It is not going away.
Social media and weather forecasting. There is good. There is bad. There is ugly.
Weather forecasting blogs and Facebook pages continue to grow. And as I have alluded to in a previous post, they have radically changed the game for those in my profession – broadcast meteorology. We continue to lose control of the weather message. As the old SportsCenter cliché goes, we can’t stop it, we can only hope to contain it.
The underground fight is heating up and starting to become more visible between professional meteorologists, hobbyists, and quacks. Many of my colleagues, like Don Paul, Chief Meteorologist at WIVB in Buffalo, have shared…
When you see sensational storm predictions on Facebook or other social media, and you don’t know the source…BEWARE. There are many unschooled, uncredentialed phony weather peddlers out there trying to stir up fear (some actually make money at it, and one literally threatens other legit meteorologists who call him out for his “false prophecies” and absolutely crazed and unauthorized tornado watches). if you don’t recognize the source, take it with a barrel of salt…if you can find any. Weather Frauds abound on social media.
Dave Williams at WCIV in Charleston, South Carolina…
There is an epidemic of fear-mongering, baseless forecasts on social media. Those of us in the private sector, especially broadcast meteorology, are trying to fight back against these inflammatory keyboard sociopaths. The National Weather Service can’t comment on these controversies (although their HQ did send out an advisory about one of the worst abusers, who has been issuing phony tornado and blizzard warnings, distancing themselves from his fraud), but we in the private sector can.
Then I thought, why has this become a problem?
It would seem obvious to many of us that local broadcast meteorologists, other private-sector meteorologists, and the National Weather Service would all have the best handle on the weather story, and over time, be the most reliable and dependable forecasters. Yet it is not the case. I’m guessing two reasons:
We are The Establishment
And there is an intrinsic public mistrust of The Establishment. As broadcast meteorologists, we had been fortunate enough to have control of the public weather message since the middle 20th Century. No more. Social media has taken a wrecking ball to that idea.
Worse, we have seen how public trust in the media has tanked in the last 30 years. No matter how hard we (most of us, anyway) attempt to present a coherent, professional, and levelheaded message, we are still part of the (gasp!) mainstream media.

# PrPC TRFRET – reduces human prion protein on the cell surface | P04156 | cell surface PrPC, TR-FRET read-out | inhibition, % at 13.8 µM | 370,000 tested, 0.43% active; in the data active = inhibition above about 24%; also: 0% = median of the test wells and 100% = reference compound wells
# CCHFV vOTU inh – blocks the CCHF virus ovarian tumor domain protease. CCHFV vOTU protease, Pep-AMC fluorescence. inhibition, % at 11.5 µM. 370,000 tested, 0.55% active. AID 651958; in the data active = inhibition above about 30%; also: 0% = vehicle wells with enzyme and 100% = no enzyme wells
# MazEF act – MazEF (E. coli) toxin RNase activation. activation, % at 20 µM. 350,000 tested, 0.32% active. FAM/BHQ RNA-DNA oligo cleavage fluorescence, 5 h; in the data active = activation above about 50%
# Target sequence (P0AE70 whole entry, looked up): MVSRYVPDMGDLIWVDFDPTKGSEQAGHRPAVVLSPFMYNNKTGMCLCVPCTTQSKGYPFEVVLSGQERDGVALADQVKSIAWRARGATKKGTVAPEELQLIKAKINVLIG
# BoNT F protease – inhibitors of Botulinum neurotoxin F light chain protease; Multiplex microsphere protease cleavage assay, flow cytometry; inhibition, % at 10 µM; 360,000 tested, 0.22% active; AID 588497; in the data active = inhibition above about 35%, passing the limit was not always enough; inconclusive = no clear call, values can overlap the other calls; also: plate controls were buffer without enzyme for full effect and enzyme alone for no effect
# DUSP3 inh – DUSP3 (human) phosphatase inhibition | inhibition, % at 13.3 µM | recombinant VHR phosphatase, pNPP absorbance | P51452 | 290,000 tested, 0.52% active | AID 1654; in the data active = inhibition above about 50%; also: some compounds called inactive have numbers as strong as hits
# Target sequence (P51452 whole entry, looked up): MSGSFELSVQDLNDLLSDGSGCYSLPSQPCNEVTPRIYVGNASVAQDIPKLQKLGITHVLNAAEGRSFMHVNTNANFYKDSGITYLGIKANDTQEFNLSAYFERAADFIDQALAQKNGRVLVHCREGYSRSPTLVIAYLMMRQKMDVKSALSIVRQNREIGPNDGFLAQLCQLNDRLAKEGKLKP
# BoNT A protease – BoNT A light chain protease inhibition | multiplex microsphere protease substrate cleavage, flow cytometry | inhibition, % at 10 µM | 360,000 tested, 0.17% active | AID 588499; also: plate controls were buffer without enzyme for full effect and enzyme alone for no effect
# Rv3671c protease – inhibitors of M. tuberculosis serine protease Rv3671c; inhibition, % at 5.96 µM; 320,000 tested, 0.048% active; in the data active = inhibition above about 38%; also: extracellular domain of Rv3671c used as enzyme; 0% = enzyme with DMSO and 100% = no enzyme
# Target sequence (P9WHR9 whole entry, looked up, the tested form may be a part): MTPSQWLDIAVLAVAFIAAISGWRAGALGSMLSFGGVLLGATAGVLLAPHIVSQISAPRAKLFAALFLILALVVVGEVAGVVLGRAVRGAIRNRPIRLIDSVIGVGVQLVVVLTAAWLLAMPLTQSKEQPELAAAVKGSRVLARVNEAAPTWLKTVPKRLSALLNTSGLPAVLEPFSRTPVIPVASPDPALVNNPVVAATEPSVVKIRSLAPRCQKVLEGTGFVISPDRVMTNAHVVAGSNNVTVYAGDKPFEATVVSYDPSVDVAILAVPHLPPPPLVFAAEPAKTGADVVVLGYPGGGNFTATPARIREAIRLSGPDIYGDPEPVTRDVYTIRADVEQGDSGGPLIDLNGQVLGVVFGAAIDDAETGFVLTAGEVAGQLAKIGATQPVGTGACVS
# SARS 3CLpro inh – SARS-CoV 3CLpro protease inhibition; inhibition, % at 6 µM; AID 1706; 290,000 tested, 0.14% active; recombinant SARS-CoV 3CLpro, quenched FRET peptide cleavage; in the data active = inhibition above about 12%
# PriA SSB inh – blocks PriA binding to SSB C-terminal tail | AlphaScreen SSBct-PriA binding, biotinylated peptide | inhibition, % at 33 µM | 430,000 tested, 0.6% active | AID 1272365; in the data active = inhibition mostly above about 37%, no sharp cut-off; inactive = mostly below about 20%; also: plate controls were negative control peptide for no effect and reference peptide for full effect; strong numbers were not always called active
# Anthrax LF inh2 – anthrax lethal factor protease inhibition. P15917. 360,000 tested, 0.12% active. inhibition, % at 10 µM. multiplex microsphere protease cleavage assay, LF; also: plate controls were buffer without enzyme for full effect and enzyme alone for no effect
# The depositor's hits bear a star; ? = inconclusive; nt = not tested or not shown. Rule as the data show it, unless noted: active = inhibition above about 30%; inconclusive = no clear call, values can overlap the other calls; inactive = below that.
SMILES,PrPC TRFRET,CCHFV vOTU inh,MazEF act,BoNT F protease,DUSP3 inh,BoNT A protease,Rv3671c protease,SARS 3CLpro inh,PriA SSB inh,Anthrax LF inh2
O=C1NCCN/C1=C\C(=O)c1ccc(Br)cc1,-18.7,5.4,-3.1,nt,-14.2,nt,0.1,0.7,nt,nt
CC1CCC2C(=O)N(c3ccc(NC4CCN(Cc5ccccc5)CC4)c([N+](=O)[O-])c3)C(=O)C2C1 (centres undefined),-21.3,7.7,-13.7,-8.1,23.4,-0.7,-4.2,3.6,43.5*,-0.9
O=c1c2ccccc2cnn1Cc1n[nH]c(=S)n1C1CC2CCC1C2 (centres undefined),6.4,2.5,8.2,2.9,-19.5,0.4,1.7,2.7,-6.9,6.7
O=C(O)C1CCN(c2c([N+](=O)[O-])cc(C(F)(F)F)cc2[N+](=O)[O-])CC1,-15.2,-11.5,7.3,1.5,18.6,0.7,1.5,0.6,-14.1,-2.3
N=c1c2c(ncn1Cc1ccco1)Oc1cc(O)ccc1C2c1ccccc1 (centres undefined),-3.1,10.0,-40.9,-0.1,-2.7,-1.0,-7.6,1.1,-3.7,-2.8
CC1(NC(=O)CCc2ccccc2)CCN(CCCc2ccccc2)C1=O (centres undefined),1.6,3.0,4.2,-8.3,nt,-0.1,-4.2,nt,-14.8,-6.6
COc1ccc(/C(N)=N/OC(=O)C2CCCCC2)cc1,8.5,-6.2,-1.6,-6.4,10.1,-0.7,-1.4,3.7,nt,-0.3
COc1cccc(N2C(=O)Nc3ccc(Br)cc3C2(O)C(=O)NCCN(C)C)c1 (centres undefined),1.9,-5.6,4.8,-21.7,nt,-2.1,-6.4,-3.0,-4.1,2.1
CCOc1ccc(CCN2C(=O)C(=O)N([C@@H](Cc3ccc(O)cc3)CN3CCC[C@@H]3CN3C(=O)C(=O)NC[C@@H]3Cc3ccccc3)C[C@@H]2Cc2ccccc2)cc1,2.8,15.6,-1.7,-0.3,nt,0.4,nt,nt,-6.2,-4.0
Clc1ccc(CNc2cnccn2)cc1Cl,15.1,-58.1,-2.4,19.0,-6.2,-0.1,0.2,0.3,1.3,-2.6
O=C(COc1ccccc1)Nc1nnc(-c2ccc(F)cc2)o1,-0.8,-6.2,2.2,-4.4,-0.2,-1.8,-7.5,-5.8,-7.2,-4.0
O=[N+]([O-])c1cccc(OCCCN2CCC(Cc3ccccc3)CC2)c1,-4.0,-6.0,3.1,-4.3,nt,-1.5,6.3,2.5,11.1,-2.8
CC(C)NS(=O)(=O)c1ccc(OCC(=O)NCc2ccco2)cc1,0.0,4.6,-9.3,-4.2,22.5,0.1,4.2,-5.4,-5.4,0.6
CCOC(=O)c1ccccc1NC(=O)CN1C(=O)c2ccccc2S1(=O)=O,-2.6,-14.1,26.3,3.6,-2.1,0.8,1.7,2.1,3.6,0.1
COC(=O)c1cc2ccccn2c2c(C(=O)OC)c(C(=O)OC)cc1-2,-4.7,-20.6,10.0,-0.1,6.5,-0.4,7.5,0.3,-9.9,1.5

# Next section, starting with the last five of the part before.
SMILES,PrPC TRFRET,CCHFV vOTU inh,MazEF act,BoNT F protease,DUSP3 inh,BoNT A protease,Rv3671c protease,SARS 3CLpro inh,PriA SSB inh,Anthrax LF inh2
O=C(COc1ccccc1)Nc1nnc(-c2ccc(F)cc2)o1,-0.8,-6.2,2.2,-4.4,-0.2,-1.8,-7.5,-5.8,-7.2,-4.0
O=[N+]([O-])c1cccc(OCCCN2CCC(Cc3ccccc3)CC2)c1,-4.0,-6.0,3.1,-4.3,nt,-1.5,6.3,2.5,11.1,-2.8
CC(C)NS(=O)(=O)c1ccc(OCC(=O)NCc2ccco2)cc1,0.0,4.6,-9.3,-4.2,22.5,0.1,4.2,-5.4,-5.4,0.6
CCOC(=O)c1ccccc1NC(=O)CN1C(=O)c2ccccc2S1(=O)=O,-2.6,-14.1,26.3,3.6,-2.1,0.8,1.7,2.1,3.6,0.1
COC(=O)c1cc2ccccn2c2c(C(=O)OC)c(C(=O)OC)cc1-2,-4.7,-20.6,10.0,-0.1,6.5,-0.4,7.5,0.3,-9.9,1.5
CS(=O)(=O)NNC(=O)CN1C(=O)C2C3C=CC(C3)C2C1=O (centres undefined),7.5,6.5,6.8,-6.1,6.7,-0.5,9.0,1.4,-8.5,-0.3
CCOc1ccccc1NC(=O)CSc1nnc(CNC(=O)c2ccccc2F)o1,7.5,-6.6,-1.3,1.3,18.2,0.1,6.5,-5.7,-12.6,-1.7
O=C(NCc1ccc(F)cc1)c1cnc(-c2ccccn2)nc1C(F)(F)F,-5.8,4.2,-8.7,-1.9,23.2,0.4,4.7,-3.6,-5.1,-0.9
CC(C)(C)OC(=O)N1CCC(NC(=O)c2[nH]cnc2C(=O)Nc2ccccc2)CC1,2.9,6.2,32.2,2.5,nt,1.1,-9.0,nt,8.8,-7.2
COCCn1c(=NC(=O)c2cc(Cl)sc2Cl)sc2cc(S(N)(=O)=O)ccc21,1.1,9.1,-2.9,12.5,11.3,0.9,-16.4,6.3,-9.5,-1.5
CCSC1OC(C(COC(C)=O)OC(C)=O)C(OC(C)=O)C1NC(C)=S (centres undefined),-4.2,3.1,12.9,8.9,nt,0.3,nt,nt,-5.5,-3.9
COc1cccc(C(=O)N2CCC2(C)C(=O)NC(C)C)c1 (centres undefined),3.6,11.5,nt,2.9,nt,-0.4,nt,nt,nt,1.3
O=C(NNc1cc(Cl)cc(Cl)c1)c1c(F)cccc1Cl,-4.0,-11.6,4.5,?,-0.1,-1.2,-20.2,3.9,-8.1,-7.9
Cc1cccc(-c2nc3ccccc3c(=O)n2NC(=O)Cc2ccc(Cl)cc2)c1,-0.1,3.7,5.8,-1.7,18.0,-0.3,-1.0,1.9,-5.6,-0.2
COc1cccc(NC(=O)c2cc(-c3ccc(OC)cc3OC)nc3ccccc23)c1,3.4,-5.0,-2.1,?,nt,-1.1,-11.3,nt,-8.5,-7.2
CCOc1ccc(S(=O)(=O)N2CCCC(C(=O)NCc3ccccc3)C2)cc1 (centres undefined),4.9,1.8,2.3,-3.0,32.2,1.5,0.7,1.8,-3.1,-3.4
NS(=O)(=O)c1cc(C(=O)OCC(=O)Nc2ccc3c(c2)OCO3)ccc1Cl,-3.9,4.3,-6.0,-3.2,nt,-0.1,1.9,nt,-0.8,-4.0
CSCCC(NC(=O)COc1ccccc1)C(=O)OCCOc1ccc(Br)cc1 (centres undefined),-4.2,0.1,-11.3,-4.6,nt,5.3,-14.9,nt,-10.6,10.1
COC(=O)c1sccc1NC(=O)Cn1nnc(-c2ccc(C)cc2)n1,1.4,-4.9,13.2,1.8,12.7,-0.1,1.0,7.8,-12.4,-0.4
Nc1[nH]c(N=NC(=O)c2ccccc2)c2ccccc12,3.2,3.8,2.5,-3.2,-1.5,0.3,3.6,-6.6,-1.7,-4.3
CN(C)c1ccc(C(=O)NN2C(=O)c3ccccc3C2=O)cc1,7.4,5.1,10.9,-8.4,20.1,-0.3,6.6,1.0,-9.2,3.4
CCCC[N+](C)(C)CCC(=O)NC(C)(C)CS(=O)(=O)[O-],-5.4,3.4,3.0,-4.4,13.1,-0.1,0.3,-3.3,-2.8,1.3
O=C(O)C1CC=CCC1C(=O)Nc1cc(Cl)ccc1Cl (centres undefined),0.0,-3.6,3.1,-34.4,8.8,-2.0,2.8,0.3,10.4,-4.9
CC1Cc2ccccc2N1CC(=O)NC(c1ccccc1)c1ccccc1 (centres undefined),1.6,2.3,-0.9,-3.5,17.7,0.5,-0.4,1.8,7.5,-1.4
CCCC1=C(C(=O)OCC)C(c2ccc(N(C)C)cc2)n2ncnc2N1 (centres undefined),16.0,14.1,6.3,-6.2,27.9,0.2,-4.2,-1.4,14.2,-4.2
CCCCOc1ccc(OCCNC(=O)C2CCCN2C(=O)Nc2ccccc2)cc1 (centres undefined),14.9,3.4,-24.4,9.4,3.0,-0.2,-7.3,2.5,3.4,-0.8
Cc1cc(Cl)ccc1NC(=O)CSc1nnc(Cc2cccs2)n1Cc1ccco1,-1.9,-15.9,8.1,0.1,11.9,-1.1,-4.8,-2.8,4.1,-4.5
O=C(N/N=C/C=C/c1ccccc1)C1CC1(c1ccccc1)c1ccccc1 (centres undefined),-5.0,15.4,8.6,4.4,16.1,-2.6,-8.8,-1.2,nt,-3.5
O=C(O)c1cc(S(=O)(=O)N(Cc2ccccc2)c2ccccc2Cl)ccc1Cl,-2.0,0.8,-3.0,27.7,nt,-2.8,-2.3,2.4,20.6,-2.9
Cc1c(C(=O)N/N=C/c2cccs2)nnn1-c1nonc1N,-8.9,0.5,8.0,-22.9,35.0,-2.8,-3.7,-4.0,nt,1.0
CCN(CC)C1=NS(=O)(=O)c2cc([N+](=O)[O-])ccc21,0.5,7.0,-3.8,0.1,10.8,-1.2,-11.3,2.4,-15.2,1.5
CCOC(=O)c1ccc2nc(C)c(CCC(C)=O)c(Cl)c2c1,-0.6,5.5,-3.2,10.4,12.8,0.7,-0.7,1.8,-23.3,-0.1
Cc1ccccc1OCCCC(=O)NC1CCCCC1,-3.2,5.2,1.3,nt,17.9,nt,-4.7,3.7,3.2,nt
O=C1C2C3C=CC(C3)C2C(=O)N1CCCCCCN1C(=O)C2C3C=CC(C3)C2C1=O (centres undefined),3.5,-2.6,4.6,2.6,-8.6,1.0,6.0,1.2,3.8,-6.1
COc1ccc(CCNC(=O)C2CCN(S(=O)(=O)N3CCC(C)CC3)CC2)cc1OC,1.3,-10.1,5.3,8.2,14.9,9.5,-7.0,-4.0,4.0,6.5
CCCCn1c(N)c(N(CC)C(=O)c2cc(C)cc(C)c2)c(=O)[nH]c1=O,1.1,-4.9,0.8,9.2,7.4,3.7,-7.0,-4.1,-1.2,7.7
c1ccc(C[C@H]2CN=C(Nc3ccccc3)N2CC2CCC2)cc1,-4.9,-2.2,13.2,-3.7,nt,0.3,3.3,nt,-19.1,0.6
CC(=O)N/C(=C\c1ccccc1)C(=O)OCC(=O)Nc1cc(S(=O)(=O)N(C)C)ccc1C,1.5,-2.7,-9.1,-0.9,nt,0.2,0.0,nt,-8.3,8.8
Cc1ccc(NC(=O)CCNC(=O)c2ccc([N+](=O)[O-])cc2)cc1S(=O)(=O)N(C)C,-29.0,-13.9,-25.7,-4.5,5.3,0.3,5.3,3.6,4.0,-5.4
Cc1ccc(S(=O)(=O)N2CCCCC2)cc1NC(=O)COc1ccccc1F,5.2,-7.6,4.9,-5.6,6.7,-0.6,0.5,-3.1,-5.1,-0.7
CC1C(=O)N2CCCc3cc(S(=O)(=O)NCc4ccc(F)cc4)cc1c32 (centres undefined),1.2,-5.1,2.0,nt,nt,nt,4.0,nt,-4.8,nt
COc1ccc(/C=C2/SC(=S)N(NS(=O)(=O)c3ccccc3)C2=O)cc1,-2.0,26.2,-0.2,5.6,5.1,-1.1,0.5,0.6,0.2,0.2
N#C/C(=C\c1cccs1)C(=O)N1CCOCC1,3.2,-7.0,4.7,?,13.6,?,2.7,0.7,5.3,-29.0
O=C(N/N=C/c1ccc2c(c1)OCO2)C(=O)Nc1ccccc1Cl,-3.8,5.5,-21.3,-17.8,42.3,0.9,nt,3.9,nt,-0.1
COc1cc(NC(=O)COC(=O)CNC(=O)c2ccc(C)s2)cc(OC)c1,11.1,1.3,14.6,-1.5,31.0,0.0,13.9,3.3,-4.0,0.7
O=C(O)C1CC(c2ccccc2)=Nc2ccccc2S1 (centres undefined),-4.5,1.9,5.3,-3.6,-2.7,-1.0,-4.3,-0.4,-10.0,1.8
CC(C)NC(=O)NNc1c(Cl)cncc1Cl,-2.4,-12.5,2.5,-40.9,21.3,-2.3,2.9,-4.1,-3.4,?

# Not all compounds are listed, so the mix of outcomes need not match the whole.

Consequently, I am not surprised when the public takes swipes at us on social media. It has happened to all of us. Unfortunately, I do not expect the public’s opinion of our profession to change any time soon. While I will leave the deeper reasons for that to social scientists, know that it leads to frustrations like this, from my Penn State meteorology classmate Joe Murgo (WTAJ in Altoona, PA)…
You know I love the way people twist my words and make themselves feel better about themselves by saying cruel things on their own pages. The previous post was not a forecast for your location and was not a hedge. It was a statement of honesty about the complexity of this storm for our state. I would say you should be ashamed of yourselves but then again, I can tell the person you are already by the way you read and act. Why read the posts and subscribe here if you won’t actually pay attention and don’t like the information?
Fourteen years after a poor forecast by a predecessor, I still hear about the “dusting” of snow forecast which ended up being several inches here in Lynchburg. As most veterans of this business realize, our reputations are built on how we perform in the high-impact weather events: hurricanes, squall lines, tornadoes, ice storms, snowstorms.
And despite the remarkable progress that the science has made in the last decade, we still find ourselves the butt of jokes about our accuracy. We have all heard, “It must be nice to have a job where you can be wrong all the time.”